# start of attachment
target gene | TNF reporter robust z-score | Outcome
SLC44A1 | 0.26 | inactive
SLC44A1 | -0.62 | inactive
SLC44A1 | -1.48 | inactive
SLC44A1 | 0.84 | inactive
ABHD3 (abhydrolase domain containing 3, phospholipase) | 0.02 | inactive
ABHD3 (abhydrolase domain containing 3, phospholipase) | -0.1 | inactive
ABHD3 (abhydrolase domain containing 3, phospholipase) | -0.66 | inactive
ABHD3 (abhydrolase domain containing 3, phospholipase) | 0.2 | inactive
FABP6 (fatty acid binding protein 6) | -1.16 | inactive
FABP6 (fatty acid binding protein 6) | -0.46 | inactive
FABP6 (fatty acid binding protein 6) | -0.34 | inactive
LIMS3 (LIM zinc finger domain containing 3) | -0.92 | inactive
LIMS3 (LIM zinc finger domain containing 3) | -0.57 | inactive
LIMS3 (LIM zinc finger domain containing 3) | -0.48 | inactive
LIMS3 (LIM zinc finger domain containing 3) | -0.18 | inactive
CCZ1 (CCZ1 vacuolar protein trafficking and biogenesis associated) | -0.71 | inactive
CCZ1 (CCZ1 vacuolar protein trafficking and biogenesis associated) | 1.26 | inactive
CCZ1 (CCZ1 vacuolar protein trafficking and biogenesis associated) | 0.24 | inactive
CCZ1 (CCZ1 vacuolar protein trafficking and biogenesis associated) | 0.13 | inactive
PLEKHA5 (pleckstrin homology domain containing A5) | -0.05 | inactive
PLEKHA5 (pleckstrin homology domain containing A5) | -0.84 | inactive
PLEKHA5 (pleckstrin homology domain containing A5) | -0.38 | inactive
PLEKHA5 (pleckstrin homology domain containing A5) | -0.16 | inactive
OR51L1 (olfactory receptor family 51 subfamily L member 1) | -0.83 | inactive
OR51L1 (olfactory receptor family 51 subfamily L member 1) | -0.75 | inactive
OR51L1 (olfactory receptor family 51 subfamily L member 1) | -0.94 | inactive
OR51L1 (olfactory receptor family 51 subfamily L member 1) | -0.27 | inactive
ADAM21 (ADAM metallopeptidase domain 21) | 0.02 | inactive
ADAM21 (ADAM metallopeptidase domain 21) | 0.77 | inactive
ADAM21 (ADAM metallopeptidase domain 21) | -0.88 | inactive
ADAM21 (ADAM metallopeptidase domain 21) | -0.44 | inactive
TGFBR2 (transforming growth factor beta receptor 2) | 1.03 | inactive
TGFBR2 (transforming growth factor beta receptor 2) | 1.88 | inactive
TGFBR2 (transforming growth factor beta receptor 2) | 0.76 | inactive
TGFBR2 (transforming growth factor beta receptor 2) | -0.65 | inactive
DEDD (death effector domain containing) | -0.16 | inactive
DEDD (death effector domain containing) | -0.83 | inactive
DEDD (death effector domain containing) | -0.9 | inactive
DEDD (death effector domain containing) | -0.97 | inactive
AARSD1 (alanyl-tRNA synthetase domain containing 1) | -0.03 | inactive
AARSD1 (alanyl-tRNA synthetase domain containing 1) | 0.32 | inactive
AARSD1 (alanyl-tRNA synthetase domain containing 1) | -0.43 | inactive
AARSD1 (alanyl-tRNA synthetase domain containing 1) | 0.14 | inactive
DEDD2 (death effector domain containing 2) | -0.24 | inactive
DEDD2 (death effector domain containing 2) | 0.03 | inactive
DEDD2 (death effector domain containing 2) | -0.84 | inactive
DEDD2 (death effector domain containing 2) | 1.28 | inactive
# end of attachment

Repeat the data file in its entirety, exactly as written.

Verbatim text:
target gene | TNF reporter robust z-score | Outcome
SLC44A1 | 0.26 | inactive
SLC44A1 | -0.62 | inactive
SLC44A1 | -1.48 | inactive
SLC44A1 | 0.84 | inactive
ABHD3 (abhydrolase domain containing 3, phospholipase) | 0.02 | inactive
ABHD3 (abhydrolase domain containing 3, phospholipase) | -0.1 | inactive
ABHD3 (abhydrolase domain containing 3, phospholipase) | -0.66 | inactive
ABHD3 (abhydrolase domain containing 3, phospholipase) | 0.2 | inactive
FABP6 (fatty acid binding protein 6) | -1.16 | inactive
FABP6 (fatty acid binding protein 6) | -0.46 | inactive
FABP6 (fatty acid binding protein 6) | -0.34 | inactive
LIMS3 (LIM zinc finger domain containing 3) | -0.92 | inactive
LIMS3 (LIM zinc finger domain containing 3) | -0.57 | inactive
LIMS3 (LIM zinc finger domain containing 3) | -0.48 | inactive
LIMS3 (LIM zinc finger domain containing 3) | -0.18 | inactive
CCZ1 (CCZ1 vacuolar protein trafficking and biogenesis associated) | -0.71 | inactive
CCZ1 (CCZ1 vacuolar protein trafficking and biogenesis associated) | 1.26 | inactive
CCZ1 (CCZ1 vacuolar protein trafficking and biogenesis associated) | 0.24 | inactive
CCZ1 (CCZ1 vacuolar protein trafficking and biogenesis associated) | 0.13 | inactive
PLEKHA5 (pleckstrin homology domain containing A5) | -0.05 | inactive
PLEKHA5 (pleckstrin homology domain containing A5) | -0.84 | inactive
PLEKHA5 (pleckstrin homology domain containing A5) | -0.38 | inactive
PLEKHA5 (pleckstrin homology domain containing A5) | -0.16 | inactive
OR51L1 (olfactory receptor family 51 subfamily L member 1) | -0.83 | inactive
OR51L1 (olfactory receptor family 51 subfamily L member 1) | -0.75 | inactive
OR51L1 (olfactory receptor family 51 subfamily L member 1) | -0.94 | inactive
OR51L1 (olfactory receptor family 51 subfamily L member 1) | -0.27 | inactive
ADAM21 (ADAM metallopeptidase domain 21) | 0.02 | inactive
ADAM21 (ADAM metallopeptidase domain 21) | 0.77 | inactive
ADAM21 (ADAM metallopeptidase domain 21) | -0.88 | inactive
ADAM21 (ADAM metallopeptidase domain 21) | -0.44 | inactive
TGFBR2 (transforming growth factor beta receptor 2) | 1.03 | inactive
TGFBR2 (transforming growth factor beta receptor 2) | 1.88 | inactive
TGFBR2 (transforming growth factor beta receptor 2) | 0.76 | inactive
TGFBR2 (transforming growth factor beta receptor 2) | -0.65 | inactive
DEDD (death effector domain containing) | -0.16 | inactive
DEDD (death effector domain containing) | -0.83 | inactive
DEDD (death effector domain containing) | -0.9 | inactive
DEDD (death effector domain containing) | -0.97 | inactive
AARSD1 (alanyl-tRNA synthetase domain containing 1) | -0.03 | inactive
AARSD1 (alanyl-tRNA synthetase domain containing 1) | 0.32 | inactive
AARSD1 (alanyl-tRNA synthetase domain containing 1) | -0.43 | inactive
AARSD1 (alanyl-tRNA synthetase domain containing 1) | 0.14 | inactive
DEDD2 (death effector domain containing 2) | -0.24 | inactive
DEDD2 (death effector domain containing 2) | 0.03 | inactive
DEDD2 (death effector domain containing 2) | -0.84 | inactive
DEDD2 (death effector domain containing 2) | 1.28 | inactive